Two Poems by Natalie Eilbert

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EZEKIELLE

Well I’m in my thirtieth year and I have plunged the scroll inside me
and let it honey my walls with golden import. I’ve bloated under the weight
of my feckless comrades, yanked the rods of my torture into communion,
forked hair into my studious mouth, and spread apart my country to show you
my survival. Because of all your detestable idols, I am a certified daughter
of man, I dryhump the mounds of my nations until I can taste the charcoal
of my rations. The sun has baked the bones of men and Lord how can I repay
you for sparing my kind except I will not spare you. Well I am that desolate waste
you bat your lashes against, I am the sword by which you’ve checked your lips
for smudges, I am the vinegar of your latest cleanse, the vile images of technology
announcing the kombucha seige. Wouldn’t you know it, my gold flickers
with a level of decadence that only a cock could spoil, and a cock does spoil me,
I go limp in its arms, I hold myself upright and unclean as the bones of men
bake outside. You’ve never seen what hunger does to eagerness, the excellence
scraping refusal into an empire. In a cloud of cigarettes I told you the false
direction of dystopia—that is, what we describe is part of the machinations
of a utopia, and there is nothing but priestly landscapes in the nothing planes
of what we’ve done. Did you see the sexy way I kissed the chain, did you see
my northern entrance and how I dug a hole in the wall to eat my forgiveness,
the hard twang of your weapon hot on my throat. That day I flared with inner court,
I was all portico in the gloaming, I wiped my brow with an oilcloth and vowed
to not look on the baking bones of men with pity or anger. There is something so
bronze about my outlook these days, the way I bunch up the linen to fuck
its distinguished corners. What else can I defile, I say as I wipe my chin against my elders.
I have done as you’ve commanded, I’ve forsaken the men who made us to be
worshipped on altars, I’ve unclenched the word of my Lord and let their bantams
trickle down my leg, I’ve rented the brownstone to hoard the unclean oxygen
and I’ve brushed the baking bones of men with schmaltz and issued a warning
declaring us better. What I know of tenderness is what I know of violation,
the restless insect of touch and our end. That is what you’re saying, I must
map a border so we can be the meat in it but I have instead become the editorial
director of prophecy, pulled out the Lord’s curls and tied their tufts to the highest
fencepost. I’ve produced a popular reality show called How Weak Is Your Moral
Constitution and I’ve folded a net over my pursuers to force out apology each episode.
There will be no delay. The days go by and every vision comes to nothing.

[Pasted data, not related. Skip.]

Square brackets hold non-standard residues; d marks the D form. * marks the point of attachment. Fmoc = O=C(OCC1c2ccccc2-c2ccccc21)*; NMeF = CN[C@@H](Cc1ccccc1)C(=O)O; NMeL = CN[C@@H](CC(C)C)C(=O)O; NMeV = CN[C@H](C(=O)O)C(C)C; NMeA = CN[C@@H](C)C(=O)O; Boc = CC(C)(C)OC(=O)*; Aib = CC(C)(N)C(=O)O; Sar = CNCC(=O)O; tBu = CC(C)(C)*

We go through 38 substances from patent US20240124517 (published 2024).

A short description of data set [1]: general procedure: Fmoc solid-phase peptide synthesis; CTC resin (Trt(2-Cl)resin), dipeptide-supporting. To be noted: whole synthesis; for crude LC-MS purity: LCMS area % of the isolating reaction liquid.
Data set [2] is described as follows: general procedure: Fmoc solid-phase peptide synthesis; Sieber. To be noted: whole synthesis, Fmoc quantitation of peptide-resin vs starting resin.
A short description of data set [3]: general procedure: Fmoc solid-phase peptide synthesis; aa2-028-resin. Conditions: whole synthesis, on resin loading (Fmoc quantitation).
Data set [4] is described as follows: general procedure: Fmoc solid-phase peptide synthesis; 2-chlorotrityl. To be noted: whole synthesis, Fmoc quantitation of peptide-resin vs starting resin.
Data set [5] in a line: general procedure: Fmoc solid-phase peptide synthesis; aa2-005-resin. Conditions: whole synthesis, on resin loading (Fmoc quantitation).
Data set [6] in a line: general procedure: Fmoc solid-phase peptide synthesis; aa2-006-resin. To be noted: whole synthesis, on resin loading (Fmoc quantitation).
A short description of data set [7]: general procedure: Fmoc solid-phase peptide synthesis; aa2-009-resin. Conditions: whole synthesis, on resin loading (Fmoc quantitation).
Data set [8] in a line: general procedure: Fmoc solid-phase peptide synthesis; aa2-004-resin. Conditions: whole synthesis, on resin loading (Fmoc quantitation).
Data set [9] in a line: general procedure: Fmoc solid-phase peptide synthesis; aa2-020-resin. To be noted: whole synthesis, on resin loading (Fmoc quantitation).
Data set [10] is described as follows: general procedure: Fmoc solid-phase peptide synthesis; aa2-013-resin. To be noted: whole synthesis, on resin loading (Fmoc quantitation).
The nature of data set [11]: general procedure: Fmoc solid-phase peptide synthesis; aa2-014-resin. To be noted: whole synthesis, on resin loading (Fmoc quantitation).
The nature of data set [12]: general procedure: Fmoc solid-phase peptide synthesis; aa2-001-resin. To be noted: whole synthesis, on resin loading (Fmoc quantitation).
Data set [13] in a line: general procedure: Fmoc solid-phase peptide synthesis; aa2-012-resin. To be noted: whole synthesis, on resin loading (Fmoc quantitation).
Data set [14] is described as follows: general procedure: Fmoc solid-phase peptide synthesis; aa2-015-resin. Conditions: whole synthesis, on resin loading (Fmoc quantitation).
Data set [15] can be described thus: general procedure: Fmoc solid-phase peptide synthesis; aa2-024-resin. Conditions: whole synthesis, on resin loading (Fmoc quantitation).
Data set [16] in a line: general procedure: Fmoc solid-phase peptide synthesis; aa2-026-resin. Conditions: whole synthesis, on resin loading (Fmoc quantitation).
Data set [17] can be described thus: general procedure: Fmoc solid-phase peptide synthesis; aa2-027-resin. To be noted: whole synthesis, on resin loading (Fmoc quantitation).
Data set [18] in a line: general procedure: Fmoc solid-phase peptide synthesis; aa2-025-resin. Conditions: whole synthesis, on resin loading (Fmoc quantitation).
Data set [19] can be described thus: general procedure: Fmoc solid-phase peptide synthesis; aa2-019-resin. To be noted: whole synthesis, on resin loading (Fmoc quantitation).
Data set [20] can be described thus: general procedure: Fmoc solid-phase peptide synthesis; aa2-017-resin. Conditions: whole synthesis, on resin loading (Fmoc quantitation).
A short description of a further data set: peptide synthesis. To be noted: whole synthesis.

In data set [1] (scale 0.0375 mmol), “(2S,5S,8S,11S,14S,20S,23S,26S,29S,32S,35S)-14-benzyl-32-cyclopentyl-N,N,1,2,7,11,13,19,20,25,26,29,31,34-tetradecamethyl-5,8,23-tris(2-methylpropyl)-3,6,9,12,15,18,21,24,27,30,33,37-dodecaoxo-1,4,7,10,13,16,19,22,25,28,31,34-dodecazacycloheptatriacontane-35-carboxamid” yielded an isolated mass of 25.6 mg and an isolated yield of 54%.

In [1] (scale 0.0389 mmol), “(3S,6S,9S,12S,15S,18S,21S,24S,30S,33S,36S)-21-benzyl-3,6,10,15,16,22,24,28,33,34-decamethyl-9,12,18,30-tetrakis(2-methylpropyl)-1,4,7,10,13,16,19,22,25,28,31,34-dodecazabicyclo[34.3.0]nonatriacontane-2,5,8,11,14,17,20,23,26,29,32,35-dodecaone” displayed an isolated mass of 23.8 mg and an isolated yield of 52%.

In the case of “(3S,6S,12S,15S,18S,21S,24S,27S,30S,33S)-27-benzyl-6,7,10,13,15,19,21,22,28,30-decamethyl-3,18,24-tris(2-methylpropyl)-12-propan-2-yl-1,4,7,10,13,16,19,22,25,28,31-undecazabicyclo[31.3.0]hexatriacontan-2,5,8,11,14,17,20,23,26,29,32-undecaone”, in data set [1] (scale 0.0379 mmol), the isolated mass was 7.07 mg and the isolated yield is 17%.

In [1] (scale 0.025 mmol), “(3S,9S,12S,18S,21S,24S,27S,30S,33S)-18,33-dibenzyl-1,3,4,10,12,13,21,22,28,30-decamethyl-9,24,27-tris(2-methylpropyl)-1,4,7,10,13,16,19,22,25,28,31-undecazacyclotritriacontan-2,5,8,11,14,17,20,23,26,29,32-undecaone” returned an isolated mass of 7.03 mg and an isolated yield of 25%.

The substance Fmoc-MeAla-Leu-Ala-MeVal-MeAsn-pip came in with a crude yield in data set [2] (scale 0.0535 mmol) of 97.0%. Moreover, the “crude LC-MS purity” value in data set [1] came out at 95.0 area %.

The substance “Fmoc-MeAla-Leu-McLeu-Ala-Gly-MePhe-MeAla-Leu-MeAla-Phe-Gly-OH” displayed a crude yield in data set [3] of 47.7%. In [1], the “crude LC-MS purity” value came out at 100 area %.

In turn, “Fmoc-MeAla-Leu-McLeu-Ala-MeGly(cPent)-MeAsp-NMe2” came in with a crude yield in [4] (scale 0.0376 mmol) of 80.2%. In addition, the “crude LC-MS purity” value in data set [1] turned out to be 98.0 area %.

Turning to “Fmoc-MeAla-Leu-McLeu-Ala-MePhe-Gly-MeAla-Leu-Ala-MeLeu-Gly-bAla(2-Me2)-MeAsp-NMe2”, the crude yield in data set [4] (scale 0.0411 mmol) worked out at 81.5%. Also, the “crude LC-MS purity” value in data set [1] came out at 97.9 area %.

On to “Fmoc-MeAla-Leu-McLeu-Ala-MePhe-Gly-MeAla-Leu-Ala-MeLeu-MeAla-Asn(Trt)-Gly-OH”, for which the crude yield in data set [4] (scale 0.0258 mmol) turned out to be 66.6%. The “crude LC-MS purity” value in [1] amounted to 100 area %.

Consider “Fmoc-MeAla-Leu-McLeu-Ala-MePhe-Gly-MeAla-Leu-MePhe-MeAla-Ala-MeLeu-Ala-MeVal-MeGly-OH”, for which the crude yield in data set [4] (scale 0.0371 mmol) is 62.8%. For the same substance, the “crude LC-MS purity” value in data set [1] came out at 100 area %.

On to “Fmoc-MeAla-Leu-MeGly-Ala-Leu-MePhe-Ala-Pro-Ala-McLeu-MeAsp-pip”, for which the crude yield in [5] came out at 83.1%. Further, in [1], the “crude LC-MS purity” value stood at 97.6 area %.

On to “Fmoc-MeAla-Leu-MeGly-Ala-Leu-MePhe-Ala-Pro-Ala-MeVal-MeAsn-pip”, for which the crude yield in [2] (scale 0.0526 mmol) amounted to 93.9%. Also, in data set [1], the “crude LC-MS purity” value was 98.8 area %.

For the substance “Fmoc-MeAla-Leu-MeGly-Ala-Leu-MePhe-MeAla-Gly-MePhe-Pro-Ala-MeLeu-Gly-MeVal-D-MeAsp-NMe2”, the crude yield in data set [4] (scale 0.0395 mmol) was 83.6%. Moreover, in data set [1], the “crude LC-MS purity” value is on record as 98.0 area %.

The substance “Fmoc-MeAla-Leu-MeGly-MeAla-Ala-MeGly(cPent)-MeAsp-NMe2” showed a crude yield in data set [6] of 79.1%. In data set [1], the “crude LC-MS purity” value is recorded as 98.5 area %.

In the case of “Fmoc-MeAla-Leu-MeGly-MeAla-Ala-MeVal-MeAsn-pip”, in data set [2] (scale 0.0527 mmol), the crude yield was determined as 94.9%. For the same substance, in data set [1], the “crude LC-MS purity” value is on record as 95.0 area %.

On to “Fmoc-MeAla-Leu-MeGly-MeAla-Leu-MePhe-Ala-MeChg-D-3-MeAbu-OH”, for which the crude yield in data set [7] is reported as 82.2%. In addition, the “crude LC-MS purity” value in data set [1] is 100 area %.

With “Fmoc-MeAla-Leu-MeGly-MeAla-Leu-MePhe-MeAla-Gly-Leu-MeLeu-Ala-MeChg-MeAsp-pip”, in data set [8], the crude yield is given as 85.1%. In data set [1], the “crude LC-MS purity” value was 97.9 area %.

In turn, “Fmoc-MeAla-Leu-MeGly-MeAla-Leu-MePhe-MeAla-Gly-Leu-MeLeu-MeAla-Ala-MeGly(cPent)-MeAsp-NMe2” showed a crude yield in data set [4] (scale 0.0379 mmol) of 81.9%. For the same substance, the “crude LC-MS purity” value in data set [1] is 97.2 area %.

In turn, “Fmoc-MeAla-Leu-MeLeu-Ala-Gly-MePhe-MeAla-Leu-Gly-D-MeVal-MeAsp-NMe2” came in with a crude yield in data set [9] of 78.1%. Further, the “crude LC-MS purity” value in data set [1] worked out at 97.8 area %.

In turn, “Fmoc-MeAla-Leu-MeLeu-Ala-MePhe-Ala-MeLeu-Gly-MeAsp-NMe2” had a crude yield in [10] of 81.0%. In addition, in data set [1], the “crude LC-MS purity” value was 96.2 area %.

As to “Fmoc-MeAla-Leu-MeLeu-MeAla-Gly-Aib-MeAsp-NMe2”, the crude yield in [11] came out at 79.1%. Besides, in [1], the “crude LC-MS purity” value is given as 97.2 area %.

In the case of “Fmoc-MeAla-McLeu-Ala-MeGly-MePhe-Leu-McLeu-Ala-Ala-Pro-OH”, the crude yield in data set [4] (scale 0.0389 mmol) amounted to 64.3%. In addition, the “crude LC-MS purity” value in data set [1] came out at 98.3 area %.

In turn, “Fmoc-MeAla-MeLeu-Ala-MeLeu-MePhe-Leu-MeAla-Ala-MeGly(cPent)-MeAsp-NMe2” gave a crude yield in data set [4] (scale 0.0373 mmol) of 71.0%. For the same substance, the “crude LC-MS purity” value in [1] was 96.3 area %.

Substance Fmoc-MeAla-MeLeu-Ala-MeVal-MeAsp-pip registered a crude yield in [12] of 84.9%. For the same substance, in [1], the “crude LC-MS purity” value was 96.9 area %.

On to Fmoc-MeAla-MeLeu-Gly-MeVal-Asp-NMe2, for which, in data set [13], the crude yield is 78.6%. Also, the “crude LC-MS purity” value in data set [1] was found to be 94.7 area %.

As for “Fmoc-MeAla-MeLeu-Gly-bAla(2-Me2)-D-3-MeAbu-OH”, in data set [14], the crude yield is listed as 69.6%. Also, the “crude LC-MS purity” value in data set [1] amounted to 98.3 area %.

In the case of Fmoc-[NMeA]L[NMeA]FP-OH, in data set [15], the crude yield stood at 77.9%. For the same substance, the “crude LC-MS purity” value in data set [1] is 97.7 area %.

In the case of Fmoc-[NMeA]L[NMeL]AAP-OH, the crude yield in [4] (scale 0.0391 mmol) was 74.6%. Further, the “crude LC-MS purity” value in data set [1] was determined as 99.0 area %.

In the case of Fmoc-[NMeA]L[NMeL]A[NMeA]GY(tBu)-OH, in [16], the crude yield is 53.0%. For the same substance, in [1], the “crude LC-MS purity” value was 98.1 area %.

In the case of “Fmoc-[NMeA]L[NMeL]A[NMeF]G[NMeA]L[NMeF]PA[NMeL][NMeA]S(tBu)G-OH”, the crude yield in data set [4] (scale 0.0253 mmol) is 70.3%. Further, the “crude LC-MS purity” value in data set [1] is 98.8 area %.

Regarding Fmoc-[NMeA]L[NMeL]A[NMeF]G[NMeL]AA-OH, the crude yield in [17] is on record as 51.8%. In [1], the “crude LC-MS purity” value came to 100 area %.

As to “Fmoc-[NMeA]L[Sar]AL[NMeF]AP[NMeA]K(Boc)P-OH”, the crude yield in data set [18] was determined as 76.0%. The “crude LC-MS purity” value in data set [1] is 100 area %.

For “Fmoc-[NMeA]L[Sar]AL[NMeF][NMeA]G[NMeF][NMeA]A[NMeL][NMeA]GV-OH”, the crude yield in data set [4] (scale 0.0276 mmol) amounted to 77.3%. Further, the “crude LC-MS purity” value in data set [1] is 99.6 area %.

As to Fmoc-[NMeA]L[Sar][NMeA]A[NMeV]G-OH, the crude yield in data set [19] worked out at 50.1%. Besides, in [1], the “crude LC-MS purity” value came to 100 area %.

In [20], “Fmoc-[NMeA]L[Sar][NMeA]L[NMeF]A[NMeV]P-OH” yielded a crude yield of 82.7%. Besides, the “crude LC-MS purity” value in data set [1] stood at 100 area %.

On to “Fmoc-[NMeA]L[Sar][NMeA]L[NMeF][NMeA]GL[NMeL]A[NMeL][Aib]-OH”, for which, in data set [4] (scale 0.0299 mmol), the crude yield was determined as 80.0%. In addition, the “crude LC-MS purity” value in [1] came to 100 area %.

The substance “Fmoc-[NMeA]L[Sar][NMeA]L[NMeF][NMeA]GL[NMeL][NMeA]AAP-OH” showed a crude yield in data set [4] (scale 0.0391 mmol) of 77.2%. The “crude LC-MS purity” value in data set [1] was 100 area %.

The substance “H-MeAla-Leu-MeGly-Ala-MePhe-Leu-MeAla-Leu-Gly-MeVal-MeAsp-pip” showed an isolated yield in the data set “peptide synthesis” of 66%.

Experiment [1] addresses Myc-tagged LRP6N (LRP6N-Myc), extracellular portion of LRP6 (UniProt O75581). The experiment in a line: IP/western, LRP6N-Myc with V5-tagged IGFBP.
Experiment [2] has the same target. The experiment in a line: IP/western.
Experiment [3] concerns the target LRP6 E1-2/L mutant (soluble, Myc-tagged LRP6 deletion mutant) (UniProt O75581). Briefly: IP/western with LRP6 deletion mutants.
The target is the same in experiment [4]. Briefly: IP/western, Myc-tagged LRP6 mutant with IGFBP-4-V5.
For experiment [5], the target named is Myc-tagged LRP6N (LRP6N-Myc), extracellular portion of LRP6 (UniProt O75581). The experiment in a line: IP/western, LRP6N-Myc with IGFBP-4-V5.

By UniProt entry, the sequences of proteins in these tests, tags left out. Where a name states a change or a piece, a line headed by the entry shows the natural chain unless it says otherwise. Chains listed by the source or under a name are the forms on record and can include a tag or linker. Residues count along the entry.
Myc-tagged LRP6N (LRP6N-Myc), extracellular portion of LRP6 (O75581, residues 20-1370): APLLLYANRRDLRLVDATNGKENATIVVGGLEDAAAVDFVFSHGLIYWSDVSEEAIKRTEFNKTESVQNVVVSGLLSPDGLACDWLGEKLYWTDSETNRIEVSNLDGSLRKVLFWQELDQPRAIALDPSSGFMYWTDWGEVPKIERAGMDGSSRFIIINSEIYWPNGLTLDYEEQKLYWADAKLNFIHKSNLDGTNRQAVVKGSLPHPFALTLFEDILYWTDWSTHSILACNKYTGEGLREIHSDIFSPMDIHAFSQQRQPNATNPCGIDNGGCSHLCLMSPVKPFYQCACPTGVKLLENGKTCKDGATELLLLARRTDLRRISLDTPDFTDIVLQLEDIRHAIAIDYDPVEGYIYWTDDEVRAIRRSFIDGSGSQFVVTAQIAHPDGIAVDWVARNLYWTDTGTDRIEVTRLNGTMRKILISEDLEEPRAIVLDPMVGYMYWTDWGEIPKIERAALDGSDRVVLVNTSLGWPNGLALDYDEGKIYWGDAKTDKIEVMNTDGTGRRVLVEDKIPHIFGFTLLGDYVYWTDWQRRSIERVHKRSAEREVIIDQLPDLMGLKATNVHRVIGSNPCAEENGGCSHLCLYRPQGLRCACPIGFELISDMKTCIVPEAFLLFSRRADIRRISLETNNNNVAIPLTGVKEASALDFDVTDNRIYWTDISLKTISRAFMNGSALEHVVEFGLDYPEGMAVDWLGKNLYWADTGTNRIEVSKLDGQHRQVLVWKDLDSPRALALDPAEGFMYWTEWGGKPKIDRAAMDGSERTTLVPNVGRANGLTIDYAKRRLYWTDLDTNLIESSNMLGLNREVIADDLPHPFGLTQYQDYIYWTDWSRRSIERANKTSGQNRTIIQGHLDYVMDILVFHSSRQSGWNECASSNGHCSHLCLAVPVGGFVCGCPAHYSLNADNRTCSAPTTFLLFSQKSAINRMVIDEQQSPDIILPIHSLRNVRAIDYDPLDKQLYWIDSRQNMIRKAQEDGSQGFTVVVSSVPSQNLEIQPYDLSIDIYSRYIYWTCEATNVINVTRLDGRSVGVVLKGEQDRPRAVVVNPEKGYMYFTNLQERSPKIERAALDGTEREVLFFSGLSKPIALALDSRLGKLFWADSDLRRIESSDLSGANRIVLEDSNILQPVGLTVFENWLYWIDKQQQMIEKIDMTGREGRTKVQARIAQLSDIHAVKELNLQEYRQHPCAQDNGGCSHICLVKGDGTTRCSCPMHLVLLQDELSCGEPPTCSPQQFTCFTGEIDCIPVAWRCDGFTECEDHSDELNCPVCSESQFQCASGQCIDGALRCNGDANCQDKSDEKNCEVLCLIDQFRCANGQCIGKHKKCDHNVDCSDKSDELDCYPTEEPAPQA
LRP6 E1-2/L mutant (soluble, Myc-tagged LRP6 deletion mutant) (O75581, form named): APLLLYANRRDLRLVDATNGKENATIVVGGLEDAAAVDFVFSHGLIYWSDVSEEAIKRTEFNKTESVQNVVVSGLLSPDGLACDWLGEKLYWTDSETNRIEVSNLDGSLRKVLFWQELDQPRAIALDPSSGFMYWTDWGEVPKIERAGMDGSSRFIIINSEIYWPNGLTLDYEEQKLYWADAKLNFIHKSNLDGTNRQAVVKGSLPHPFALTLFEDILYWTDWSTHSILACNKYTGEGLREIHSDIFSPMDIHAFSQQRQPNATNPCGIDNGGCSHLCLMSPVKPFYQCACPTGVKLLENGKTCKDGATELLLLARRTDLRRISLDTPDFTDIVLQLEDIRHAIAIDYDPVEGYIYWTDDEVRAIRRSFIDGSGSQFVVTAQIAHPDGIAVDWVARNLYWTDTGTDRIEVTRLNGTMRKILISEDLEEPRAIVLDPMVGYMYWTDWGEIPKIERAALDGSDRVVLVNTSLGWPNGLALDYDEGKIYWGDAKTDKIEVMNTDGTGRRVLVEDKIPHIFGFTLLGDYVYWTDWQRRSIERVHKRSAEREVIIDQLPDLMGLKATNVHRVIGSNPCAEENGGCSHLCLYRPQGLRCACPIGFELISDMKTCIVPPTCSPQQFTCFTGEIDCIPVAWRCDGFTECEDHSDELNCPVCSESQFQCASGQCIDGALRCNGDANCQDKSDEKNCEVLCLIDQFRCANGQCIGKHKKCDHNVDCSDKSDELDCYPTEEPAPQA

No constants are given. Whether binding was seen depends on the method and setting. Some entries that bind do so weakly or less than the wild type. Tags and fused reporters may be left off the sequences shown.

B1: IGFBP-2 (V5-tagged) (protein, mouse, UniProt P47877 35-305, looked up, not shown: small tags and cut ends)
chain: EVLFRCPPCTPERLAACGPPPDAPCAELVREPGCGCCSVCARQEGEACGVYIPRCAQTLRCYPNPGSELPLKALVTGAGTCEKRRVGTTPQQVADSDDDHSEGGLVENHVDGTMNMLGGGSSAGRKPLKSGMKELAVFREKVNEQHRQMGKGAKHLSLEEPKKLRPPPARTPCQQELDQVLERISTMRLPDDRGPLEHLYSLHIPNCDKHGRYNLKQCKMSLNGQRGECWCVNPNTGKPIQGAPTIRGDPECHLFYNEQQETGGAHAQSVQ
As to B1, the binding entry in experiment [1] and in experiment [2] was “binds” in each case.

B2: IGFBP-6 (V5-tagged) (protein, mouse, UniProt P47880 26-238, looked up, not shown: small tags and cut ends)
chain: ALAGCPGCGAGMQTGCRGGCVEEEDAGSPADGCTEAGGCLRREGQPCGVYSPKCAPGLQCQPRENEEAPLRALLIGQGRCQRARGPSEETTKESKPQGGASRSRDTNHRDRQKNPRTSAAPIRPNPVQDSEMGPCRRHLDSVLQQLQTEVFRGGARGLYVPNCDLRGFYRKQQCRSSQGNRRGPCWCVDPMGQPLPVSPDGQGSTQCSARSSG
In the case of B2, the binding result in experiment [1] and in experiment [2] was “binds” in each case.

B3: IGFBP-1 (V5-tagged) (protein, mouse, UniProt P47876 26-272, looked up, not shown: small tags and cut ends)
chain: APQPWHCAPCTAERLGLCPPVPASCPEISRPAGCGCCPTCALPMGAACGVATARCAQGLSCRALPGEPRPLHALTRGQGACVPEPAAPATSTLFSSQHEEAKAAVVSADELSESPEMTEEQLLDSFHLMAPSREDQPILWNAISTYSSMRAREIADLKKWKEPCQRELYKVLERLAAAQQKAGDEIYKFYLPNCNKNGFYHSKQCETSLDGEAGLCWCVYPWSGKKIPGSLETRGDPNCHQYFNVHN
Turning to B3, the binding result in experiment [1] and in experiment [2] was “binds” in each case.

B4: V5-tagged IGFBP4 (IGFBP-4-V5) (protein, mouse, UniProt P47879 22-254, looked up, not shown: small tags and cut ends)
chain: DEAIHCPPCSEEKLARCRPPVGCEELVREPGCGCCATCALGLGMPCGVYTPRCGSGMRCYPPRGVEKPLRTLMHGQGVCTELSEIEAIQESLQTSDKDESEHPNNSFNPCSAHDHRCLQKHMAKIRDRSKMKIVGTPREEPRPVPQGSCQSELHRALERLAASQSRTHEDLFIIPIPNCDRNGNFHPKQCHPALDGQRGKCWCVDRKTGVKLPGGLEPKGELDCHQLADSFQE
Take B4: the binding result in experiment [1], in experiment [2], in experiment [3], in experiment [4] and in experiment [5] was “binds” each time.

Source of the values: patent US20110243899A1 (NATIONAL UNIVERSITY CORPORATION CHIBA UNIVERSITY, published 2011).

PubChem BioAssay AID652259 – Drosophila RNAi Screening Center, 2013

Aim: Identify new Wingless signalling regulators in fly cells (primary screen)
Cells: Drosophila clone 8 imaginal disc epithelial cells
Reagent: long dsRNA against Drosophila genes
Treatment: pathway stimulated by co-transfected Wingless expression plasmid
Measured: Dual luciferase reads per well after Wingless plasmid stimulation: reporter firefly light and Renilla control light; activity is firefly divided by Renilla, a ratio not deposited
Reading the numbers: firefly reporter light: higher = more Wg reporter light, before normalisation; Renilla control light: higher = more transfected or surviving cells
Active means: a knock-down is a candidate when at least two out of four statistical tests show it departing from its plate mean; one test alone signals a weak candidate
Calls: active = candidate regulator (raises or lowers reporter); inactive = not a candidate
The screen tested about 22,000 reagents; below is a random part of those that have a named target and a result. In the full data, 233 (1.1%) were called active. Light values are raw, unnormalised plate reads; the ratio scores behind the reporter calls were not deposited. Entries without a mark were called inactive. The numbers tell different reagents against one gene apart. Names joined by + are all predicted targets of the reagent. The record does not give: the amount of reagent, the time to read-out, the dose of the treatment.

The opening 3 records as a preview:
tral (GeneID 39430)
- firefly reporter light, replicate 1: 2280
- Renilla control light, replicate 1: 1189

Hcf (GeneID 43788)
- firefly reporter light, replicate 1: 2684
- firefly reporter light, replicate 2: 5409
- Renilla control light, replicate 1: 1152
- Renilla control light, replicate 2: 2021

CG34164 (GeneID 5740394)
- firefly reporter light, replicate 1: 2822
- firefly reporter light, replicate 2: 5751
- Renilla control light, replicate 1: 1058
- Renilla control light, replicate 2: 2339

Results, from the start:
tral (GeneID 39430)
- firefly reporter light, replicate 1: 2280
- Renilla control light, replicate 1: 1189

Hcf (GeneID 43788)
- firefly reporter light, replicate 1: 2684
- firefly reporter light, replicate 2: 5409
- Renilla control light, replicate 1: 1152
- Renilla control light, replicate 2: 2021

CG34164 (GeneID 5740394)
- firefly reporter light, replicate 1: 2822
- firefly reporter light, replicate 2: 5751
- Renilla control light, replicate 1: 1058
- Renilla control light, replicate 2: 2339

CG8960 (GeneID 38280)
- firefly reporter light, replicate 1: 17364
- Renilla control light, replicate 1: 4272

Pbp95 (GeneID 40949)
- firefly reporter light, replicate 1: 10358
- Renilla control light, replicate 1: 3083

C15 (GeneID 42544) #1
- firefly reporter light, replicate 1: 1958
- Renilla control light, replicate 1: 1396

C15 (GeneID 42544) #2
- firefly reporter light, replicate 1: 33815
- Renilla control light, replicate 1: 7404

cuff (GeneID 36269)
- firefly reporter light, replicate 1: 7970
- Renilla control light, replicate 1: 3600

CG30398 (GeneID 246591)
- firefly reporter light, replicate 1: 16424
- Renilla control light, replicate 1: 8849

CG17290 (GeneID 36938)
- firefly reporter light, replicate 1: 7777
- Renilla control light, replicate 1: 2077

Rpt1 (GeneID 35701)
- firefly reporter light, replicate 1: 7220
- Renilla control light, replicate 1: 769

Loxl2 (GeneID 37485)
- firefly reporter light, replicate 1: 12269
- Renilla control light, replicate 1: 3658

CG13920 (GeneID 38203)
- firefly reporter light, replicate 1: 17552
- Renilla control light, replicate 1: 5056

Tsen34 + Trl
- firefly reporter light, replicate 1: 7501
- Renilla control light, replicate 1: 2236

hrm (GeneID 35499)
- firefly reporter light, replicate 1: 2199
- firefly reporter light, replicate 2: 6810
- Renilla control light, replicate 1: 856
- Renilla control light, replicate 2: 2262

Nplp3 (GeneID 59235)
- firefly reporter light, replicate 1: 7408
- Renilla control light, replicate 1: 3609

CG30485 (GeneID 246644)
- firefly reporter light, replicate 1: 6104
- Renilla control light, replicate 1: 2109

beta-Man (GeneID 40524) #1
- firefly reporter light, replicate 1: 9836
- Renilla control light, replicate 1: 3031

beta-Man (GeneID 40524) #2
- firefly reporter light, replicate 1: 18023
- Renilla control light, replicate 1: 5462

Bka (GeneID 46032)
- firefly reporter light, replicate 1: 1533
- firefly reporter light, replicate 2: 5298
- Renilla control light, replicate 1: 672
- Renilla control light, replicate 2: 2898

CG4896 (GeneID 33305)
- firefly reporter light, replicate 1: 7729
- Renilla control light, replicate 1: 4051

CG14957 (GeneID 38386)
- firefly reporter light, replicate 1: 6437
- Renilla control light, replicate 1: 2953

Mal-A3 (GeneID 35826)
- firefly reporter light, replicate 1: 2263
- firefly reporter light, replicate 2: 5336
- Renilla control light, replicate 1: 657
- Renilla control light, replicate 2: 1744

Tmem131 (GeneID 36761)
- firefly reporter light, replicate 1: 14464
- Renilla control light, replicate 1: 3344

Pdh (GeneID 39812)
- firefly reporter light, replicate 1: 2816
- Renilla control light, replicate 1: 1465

Down the street I am the favored daughter because my fulfillment requires
no power and no snares. I am the stuff of my idols, they cannot know what it meant
to lean me over the chair and be so desolate they named the township after my shape.

DUDERONOMY

What you propose to do is good. All day I picked satire from my teeth
and with my mind I witnessed the banks of my body pushing us up.
I let the Camel butts float in the river, plucked the white hairs from
my scalp, and ignored my father’s calls. I fluffed my second death.
So I took the leading men, wise and respected men, and appointed
them to have authority over you. Long Island is trending today. There
is a town called Dix Hills and at night I was brought there on the banks
of my body pushing us up. You shall not enter it either. May the sons
enter the land. There was no traffic. The sons entered the land for they
did not know good from bad. When I looked to the moon, he gripped
inside my mouth and pulled out a silver globe. My skin spilled into yolk
in the time it took me to lose my lord. My anxiety was a swarm of bees
that could only lift the banks of my body, pushing us up. At that time we
took all his towns and completely destroyed them. Bro I was bawling
in the brewskie foam seas. I said stop the way I hold my back up, the way
I know it will hold me even as I buckle. Bones formed around words
and I whittled the hills into many selfies. I ducklipped like fuck
to display the purity of my saliva. I have taught you decrees as the lord
my god commanded me but my wet socks disgust me. I bend over
Dix Hills, I call it my nation, I crush black tablets under my heel
as they light. You will perish from the land you are crossing the river
to possess, I whisper green-eyed into the ears of my dudes. They toss
me over their shoulders because they were afraid of fire and did not go
up to the mountain. I did. I chewed its bark and sexted under the stars
but my dudes are innocent they practice throwing me into sedans and
shutting the door before I can bark. They remark on my lightness before
driving us away. These are the other commandments, I proclaimed them
under my thinness away from the noise, my thighs rang out in the quake
of the engine, the lord slipped through the tartar and plaque of my mouth.
I spit them out on the doorframes of houses, shiny, calm, in love after all.


These poems appear in The Lifted Brow #30. Get your print copy here, or get the digital edition here.

Natalie Eilbert is the author of the debut poetry collection, Swan Feast (Bloof Books, 2015). She is also the author of two chapbooks, Conversation with the Stone Wife (Bloof Books, 2014) and And I Shall Again Be Virtuous (Big Lucks Books, 2014). Her work has appeared in The New Yorker, Tin House, Poem-a-Day, The Kenyon Review, and elsewhere. She is the founding editor of The Atlas Review.